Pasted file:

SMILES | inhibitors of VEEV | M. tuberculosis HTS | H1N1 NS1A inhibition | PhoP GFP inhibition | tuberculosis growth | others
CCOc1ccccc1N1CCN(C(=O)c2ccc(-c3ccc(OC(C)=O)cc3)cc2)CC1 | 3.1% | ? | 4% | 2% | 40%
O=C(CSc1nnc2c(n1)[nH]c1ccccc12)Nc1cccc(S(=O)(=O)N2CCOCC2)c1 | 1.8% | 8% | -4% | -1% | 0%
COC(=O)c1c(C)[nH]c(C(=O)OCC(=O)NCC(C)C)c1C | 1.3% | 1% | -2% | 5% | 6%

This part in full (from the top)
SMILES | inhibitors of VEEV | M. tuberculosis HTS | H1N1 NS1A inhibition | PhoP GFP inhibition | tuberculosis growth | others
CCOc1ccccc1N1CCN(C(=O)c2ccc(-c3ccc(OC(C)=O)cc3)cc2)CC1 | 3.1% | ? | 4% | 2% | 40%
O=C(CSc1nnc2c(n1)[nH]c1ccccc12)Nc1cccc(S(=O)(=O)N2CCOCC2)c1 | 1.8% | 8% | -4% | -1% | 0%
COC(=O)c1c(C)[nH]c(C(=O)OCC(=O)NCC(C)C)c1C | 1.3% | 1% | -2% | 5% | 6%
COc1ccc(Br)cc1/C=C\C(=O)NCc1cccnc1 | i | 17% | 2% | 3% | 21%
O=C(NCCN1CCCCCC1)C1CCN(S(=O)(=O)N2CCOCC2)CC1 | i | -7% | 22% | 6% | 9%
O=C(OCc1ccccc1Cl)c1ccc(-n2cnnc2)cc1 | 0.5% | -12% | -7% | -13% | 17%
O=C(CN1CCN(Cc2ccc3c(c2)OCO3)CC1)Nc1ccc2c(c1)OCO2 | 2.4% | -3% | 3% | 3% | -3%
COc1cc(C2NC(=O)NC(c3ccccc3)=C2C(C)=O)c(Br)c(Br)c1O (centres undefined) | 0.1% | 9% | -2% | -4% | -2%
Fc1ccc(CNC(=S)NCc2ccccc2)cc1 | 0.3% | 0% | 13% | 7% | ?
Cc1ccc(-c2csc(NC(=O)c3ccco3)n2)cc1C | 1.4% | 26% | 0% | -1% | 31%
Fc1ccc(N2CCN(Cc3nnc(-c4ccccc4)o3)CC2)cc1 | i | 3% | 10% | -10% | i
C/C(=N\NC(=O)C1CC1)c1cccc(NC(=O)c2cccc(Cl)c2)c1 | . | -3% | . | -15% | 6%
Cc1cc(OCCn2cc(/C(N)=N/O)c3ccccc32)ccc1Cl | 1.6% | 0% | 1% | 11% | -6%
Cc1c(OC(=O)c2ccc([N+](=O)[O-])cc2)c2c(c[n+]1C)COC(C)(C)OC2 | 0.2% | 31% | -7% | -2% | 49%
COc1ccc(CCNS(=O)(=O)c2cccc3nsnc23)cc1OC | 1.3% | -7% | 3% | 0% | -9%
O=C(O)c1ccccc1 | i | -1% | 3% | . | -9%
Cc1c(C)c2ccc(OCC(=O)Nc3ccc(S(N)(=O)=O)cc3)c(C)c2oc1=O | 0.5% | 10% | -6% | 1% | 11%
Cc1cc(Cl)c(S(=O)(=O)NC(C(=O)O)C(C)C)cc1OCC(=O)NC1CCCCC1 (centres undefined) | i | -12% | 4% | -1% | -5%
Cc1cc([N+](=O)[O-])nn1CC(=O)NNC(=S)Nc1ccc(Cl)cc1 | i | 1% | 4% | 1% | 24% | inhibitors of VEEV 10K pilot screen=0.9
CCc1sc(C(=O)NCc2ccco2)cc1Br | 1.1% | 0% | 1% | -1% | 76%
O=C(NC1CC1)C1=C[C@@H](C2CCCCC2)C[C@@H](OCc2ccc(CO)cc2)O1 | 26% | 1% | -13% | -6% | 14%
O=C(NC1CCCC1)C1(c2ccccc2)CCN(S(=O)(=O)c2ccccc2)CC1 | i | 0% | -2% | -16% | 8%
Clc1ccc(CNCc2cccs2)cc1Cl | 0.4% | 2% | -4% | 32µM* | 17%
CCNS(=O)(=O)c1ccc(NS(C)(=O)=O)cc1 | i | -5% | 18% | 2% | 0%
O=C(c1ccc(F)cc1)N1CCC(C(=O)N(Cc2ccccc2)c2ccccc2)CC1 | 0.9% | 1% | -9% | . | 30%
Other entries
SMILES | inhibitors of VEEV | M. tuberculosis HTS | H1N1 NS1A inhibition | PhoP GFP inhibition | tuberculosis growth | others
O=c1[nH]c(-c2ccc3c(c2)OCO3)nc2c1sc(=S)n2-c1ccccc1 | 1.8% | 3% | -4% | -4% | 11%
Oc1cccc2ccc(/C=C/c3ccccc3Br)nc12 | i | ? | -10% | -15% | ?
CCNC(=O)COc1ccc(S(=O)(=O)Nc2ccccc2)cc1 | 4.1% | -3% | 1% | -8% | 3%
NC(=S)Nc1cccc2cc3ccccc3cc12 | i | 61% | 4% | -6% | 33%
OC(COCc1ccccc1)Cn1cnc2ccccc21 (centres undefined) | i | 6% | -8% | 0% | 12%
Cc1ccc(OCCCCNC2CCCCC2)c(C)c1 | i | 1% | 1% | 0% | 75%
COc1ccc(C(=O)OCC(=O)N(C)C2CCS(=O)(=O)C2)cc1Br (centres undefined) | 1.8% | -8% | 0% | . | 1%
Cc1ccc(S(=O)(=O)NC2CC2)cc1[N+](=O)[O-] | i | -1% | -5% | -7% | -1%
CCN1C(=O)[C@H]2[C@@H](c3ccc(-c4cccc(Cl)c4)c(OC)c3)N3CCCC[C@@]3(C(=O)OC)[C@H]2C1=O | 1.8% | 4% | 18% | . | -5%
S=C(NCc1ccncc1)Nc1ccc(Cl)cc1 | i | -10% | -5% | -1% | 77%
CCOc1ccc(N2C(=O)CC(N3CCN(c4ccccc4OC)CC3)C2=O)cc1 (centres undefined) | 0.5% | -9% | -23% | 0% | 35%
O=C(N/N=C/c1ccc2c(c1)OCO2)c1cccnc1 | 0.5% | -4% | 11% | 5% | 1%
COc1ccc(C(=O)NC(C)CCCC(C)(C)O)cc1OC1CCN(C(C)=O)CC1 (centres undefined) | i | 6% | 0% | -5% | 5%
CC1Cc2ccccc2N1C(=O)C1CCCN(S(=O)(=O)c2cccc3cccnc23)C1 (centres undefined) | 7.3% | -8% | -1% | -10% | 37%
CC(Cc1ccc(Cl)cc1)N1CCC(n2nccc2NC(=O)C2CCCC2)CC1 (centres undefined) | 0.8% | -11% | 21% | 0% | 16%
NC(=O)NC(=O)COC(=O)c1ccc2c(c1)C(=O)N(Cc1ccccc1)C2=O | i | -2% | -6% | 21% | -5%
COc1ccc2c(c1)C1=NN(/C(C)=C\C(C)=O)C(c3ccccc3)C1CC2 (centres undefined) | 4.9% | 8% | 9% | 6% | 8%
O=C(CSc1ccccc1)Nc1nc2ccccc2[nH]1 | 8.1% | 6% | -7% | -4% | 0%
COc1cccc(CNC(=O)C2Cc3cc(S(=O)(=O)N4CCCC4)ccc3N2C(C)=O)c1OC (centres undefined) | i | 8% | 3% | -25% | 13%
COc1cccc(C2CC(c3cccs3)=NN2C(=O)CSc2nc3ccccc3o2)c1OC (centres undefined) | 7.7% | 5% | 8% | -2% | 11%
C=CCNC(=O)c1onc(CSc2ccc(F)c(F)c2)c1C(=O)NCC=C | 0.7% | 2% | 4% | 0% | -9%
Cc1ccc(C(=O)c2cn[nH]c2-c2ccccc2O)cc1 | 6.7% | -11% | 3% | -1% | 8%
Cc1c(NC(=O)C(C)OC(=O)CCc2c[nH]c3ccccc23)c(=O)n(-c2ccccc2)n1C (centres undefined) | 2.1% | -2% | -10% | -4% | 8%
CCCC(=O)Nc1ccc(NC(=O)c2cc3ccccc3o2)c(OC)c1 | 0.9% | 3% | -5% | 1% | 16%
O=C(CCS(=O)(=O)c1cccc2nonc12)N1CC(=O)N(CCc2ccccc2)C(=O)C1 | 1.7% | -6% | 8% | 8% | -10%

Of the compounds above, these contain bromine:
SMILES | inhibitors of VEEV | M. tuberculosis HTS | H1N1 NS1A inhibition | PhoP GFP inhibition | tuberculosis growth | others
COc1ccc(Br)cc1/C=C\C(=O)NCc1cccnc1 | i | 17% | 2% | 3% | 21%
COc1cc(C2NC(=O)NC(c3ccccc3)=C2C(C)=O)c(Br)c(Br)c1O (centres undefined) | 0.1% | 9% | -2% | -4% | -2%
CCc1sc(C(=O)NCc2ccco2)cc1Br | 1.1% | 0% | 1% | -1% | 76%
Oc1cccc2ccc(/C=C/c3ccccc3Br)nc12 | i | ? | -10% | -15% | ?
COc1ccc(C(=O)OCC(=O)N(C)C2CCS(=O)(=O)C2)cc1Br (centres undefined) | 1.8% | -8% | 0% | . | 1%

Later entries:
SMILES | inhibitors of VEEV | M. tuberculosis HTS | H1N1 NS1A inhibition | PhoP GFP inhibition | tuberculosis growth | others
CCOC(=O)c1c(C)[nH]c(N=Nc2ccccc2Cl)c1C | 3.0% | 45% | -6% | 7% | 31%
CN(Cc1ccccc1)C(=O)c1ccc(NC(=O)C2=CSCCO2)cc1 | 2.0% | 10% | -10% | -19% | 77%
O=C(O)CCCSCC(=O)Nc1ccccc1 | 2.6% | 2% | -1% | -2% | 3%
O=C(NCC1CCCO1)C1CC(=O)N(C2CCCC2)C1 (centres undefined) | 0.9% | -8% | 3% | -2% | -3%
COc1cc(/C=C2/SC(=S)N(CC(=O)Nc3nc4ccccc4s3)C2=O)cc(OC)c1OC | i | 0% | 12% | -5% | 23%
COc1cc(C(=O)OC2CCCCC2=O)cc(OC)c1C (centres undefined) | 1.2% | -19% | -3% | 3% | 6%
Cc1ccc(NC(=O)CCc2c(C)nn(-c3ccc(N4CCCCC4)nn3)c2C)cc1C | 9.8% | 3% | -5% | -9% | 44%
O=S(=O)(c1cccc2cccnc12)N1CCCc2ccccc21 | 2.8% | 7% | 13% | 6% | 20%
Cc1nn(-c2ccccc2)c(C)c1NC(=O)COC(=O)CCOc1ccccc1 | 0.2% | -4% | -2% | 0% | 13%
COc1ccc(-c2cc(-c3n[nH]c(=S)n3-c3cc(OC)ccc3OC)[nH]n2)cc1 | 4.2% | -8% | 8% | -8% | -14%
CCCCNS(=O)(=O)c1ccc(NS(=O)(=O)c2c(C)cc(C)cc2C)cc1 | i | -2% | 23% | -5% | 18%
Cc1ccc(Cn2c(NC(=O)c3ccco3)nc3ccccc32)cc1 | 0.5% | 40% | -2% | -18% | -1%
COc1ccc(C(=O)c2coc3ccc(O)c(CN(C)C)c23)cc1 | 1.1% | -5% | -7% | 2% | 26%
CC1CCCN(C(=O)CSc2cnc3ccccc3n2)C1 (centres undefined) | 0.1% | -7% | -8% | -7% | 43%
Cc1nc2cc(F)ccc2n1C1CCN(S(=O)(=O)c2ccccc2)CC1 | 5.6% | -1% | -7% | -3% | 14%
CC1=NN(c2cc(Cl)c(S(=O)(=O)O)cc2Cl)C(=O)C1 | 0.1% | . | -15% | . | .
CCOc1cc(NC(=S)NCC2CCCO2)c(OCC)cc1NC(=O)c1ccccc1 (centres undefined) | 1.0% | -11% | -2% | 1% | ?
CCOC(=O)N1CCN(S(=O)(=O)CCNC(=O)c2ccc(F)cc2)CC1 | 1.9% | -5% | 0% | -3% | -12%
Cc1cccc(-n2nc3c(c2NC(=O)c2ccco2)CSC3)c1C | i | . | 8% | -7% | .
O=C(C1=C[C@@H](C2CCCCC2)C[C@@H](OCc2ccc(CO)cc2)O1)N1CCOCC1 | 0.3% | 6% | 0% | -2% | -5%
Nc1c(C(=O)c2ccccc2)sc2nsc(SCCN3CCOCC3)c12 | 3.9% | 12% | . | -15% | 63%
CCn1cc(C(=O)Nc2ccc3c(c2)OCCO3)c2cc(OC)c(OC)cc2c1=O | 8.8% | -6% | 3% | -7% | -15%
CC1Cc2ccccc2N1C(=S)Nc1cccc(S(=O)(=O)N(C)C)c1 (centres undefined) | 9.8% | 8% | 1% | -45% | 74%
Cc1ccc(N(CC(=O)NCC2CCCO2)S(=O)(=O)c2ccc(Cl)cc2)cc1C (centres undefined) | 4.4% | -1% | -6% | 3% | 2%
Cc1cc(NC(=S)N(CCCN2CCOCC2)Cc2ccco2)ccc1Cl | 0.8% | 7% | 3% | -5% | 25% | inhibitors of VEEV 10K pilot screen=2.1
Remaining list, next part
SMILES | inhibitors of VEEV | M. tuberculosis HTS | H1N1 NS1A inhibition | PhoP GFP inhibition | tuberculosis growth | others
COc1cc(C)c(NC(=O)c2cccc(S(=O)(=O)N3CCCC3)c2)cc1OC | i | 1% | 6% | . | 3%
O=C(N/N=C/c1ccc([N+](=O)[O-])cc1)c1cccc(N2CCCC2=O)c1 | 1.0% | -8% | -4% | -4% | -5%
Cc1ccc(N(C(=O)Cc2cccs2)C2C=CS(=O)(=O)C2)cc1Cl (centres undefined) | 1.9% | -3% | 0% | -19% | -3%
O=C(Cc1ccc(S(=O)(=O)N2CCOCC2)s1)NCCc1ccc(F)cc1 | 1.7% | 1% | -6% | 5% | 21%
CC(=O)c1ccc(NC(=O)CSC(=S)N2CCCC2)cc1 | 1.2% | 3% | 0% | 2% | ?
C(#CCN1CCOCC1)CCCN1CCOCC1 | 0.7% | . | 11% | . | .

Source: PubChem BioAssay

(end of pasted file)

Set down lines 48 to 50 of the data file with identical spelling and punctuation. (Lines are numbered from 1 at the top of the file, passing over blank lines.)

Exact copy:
CC(Cc1ccc(Cl)cc1)N1CCC(n2nccc2NC(=O)C2CCCC2)CC1 (centres undefined) | 0.8% | -11% | 21% | 0% | 16%
NC(=O)NC(=O)COC(=O)c1ccc2c(c1)C(=O)N(Cc1ccccc1)C2=O | i | -2% | -6% | 21% | -5%
COc1ccc2c(c1)C1=NN(/C(C)=C\C(C)=O)C(c3ccccc3)C1CC2 (centres undefined) | 4.9% | 8% | 9% | 6% | 8%